There might be a record number of video cameras in Beijing this summer, but the vamped up restrictions on digital rights the International Olympic Committee announced earlier this week will leave squadrons of TV teams and citizens journalists with a lot less to cover.
NBC paid a record $894 million for rights to broadcast the games and understandably wants to make sure no one encroaches, but the IOC has made even press conferences off limits for Internet broadcast, according to a report by SportsBusiness Daily published earlier this week.
Digital rights restrictions have existed at past Olympics, but Beijing will be the first time online video, from both mainstream media and citizen journalists, will pervade the games.
AP to send 300 staffers to Beijing
The Associated Press will have over 300 staffers
in Beijing this summer–more than any other news organization. The AP
will produce seven to 10 original video clips a day,
covering everything from athlete profiles to steroid scandals to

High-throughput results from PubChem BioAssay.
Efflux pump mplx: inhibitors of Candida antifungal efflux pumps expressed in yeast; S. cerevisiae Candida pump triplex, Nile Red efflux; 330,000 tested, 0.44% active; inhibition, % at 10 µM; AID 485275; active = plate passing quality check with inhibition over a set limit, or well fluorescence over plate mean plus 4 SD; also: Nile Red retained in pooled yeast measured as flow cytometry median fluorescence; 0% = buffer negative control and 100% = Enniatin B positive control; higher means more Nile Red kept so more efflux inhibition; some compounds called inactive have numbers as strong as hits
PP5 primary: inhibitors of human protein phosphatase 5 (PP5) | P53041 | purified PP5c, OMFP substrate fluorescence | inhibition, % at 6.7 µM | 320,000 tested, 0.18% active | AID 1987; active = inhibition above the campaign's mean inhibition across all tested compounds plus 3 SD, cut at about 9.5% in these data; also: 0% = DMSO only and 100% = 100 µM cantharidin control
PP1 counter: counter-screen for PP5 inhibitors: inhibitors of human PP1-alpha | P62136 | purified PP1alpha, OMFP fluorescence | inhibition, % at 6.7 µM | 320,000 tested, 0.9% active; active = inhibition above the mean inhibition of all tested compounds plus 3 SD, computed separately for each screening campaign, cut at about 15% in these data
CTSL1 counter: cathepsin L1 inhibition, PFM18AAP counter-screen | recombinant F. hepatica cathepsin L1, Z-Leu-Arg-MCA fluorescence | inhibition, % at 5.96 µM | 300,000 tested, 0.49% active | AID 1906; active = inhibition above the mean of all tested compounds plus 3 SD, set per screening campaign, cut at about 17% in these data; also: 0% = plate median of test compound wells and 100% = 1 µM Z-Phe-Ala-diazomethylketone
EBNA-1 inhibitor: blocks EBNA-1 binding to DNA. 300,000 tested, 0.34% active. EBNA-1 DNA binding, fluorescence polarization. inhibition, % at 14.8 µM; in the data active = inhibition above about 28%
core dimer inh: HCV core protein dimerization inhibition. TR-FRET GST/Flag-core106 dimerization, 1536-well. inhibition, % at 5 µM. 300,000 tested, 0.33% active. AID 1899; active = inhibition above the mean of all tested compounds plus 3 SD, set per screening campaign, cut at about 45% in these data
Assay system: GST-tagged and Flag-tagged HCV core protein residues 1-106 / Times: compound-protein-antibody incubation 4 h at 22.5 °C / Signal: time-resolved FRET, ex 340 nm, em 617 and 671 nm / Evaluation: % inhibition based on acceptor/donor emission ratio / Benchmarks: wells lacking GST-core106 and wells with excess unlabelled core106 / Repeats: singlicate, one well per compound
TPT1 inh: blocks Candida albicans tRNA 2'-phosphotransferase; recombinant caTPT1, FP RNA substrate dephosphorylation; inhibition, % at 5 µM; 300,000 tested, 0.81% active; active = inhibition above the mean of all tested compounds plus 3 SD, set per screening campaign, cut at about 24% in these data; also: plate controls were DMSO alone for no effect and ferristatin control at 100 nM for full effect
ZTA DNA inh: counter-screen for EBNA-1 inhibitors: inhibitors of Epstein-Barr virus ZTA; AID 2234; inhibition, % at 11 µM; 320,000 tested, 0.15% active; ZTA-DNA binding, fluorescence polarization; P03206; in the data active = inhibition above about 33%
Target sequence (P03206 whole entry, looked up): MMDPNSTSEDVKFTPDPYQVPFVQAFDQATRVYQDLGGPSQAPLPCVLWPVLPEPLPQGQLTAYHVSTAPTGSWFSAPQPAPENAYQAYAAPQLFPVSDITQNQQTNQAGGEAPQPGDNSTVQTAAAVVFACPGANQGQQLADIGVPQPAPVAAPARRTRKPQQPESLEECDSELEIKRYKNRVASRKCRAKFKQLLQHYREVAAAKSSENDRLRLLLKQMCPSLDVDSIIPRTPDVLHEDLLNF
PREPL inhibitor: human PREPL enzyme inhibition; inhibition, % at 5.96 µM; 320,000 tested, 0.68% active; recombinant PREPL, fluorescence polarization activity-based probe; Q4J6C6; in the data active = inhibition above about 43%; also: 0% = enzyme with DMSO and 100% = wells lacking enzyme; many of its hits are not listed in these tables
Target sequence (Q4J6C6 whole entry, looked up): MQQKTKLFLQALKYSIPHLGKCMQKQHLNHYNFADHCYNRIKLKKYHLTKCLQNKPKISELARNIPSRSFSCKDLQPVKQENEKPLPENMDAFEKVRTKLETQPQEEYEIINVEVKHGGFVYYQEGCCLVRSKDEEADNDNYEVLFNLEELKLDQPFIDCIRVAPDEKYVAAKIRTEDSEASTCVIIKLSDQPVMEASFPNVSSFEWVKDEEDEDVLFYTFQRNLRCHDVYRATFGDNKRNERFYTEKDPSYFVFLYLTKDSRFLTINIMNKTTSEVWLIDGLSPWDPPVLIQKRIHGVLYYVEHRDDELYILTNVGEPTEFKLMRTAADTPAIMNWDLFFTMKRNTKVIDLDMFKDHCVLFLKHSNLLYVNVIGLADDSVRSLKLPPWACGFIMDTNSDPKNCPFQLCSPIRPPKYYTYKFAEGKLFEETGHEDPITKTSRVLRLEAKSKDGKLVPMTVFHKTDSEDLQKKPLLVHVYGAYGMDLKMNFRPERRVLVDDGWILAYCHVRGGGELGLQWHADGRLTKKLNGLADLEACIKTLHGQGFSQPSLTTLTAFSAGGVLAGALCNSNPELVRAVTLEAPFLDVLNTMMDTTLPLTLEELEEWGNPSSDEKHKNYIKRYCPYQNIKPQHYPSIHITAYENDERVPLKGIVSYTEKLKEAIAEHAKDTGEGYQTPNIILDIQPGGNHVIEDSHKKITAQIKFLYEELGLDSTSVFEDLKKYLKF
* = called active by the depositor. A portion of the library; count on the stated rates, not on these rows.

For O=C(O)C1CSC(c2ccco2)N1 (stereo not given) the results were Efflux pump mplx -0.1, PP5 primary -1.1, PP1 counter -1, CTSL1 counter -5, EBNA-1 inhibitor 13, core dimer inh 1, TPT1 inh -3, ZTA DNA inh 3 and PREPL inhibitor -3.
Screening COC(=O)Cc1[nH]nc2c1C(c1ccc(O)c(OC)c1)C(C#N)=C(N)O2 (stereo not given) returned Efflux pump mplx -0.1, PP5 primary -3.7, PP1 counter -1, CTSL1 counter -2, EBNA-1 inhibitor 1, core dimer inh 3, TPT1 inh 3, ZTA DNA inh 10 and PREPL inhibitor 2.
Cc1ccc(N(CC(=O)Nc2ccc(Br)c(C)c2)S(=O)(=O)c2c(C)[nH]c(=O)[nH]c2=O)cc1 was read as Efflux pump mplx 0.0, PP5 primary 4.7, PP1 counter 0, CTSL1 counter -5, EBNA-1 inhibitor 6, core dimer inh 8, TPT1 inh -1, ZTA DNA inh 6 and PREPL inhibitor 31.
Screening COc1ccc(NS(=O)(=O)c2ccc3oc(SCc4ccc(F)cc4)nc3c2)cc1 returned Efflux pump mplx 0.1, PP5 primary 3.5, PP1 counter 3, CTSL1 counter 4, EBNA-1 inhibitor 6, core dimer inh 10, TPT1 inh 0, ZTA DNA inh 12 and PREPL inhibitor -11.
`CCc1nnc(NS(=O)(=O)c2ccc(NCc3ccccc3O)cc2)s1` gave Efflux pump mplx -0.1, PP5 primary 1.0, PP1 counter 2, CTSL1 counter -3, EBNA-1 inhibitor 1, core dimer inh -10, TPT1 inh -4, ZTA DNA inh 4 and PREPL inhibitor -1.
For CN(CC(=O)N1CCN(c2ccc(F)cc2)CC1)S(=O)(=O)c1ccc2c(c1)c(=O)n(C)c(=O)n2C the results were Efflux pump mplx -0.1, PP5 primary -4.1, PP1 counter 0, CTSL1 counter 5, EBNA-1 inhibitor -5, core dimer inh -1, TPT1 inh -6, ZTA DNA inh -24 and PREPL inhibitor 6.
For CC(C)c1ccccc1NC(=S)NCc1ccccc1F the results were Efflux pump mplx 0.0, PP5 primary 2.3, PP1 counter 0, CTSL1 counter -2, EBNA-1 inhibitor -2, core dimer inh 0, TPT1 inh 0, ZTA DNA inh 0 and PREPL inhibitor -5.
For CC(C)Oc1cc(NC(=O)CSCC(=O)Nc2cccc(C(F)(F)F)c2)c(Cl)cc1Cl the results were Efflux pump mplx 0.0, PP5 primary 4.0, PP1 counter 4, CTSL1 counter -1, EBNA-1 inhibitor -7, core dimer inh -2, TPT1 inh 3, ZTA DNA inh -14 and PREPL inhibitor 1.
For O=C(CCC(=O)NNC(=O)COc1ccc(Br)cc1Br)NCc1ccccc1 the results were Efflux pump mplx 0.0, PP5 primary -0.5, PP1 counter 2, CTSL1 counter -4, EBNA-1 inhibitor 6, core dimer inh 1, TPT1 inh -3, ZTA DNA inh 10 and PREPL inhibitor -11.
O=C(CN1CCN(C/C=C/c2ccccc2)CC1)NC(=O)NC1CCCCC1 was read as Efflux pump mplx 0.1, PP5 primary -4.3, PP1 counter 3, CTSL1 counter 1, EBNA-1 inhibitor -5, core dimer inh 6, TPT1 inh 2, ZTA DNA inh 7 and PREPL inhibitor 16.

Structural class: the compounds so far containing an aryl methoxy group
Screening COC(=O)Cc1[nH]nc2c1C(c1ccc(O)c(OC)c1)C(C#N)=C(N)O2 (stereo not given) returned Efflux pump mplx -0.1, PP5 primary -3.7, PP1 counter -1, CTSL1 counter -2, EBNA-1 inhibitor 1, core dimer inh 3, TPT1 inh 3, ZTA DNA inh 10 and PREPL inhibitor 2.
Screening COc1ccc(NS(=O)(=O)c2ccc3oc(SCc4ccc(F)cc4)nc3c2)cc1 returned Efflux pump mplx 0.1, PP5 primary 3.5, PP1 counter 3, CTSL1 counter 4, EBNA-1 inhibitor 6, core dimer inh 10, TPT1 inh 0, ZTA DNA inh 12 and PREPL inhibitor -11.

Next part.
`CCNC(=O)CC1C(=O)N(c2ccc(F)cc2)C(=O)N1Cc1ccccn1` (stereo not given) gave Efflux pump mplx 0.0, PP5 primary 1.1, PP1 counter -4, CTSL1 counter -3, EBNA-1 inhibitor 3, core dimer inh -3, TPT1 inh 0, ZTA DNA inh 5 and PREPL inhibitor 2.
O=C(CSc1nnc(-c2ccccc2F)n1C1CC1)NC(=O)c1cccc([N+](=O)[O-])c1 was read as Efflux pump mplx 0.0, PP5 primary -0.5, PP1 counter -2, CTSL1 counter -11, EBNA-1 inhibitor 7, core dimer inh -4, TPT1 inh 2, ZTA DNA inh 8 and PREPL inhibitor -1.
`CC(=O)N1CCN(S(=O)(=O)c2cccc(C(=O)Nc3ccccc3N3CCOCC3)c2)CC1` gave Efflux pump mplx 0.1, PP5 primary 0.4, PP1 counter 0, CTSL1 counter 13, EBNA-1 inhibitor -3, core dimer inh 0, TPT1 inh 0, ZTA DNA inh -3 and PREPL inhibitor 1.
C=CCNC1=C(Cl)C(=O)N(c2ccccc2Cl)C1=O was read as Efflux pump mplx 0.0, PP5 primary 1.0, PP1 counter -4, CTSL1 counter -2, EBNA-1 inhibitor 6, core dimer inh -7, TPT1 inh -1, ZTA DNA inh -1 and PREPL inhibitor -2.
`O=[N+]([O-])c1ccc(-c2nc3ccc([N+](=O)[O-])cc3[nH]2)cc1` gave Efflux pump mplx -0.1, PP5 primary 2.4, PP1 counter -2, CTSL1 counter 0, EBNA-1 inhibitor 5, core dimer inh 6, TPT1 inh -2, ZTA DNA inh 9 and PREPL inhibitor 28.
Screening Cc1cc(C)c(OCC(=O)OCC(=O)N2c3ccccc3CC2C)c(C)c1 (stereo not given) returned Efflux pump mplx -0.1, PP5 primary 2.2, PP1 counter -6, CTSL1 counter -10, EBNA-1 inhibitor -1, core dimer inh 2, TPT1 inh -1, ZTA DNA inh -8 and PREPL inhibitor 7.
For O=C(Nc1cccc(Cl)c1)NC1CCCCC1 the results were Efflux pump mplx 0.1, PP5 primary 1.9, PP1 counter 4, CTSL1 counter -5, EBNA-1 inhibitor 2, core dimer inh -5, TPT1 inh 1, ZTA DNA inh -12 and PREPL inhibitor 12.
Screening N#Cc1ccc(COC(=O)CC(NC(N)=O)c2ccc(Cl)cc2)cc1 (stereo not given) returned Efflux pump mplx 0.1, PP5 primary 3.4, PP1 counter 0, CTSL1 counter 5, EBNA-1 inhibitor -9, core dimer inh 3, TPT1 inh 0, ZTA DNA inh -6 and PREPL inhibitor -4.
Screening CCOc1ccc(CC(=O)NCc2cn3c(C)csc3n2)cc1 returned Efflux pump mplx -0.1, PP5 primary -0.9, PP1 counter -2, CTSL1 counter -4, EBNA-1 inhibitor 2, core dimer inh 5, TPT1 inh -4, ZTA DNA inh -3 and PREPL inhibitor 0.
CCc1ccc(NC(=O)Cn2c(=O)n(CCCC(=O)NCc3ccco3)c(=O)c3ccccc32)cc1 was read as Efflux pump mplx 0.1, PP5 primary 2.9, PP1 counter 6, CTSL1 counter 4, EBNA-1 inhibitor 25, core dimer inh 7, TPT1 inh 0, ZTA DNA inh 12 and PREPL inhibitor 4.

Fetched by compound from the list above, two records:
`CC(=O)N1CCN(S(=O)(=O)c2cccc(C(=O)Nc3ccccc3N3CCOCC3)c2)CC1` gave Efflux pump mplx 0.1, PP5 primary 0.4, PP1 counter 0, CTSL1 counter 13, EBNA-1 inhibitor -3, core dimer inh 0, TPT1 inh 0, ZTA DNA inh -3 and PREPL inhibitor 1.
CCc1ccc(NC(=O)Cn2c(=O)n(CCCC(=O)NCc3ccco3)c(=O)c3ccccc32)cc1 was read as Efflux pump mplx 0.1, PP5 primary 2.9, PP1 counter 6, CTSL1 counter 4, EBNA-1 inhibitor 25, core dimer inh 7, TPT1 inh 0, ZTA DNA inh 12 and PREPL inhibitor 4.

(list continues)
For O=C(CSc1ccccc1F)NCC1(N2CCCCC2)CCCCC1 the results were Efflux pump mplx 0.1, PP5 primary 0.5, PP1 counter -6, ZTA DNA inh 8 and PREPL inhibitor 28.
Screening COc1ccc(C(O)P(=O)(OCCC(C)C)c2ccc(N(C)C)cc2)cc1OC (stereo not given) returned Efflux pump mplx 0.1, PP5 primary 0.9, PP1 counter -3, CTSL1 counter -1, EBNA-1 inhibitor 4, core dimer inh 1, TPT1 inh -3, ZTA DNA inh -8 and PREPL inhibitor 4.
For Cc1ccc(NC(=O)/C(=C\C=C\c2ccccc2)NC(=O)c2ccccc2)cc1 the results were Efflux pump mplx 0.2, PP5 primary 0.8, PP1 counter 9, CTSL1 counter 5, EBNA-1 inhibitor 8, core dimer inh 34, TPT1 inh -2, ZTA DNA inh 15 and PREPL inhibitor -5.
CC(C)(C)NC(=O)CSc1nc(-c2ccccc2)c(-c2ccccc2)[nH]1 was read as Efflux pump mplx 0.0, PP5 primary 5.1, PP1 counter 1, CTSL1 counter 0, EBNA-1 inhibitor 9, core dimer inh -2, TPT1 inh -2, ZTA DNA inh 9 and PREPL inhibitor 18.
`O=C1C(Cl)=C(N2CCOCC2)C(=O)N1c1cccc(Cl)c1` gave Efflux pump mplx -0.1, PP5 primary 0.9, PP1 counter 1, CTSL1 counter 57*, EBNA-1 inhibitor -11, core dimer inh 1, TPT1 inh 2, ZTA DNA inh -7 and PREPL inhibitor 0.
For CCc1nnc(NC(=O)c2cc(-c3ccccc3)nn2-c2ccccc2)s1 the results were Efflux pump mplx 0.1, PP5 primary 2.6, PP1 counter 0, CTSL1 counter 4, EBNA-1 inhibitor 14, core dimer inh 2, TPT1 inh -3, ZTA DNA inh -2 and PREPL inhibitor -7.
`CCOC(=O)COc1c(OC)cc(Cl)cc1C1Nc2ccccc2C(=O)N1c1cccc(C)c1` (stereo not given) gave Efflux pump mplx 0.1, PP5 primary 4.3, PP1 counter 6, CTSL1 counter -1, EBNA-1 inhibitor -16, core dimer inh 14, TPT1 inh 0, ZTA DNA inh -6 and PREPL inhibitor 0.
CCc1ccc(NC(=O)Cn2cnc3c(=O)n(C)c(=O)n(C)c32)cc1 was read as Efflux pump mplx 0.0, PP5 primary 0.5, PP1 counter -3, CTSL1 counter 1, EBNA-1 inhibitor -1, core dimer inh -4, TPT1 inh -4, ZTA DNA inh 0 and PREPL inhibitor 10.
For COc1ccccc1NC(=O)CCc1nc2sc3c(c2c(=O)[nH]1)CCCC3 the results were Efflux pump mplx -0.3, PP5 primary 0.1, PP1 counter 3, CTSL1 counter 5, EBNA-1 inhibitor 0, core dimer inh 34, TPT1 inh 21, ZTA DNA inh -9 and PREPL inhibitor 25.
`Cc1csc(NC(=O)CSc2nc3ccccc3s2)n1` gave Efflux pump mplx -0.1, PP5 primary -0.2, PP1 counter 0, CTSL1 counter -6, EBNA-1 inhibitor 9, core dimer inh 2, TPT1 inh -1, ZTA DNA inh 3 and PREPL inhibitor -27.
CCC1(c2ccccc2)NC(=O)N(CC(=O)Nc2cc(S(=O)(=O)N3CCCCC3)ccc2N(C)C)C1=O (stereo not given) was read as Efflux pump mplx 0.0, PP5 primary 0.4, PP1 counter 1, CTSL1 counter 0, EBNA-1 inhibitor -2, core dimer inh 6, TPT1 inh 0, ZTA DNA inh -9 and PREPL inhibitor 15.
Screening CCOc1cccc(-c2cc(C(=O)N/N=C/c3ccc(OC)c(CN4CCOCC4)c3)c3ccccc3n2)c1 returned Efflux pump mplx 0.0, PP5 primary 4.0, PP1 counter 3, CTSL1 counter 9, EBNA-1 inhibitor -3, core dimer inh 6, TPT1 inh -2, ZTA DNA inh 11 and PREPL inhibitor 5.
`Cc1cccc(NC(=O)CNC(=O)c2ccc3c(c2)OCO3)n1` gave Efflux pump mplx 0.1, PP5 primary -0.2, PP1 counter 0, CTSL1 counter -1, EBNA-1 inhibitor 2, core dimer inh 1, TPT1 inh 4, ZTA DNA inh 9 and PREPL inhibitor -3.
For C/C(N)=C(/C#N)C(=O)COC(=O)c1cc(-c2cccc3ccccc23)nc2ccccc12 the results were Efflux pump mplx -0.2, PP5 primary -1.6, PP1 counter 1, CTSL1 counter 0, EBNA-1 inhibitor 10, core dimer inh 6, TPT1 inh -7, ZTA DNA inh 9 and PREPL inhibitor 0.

Yesterday Andy and I visited the global
headquarters of the AP in Manhattan to interview Jim Kathman, Global
Director of Sports Products, about about plans for this summer.
We wonder with all the video resources of the AP
and others if it will be easy to cover the games without fear of
retribution by the IOC.
Update: Rafat Ali over at paidContent weighs-in on the with this headline: NBC’s Totalitarian Olympics
— Kelsey Blodget, Associate Producer
Editor’s Note: Great to welcome Kelsey Blodget to
the staff of Beet.TV as associate producer and blogger. Kelsey just
graduated Dartmouth where she was an editor at The Dartmouth, the student newspaper. She has also been a contributor to the Silicon Alley Insider, but is no relation to Henry. Great to have her at the purple channel.
— Andy Plesser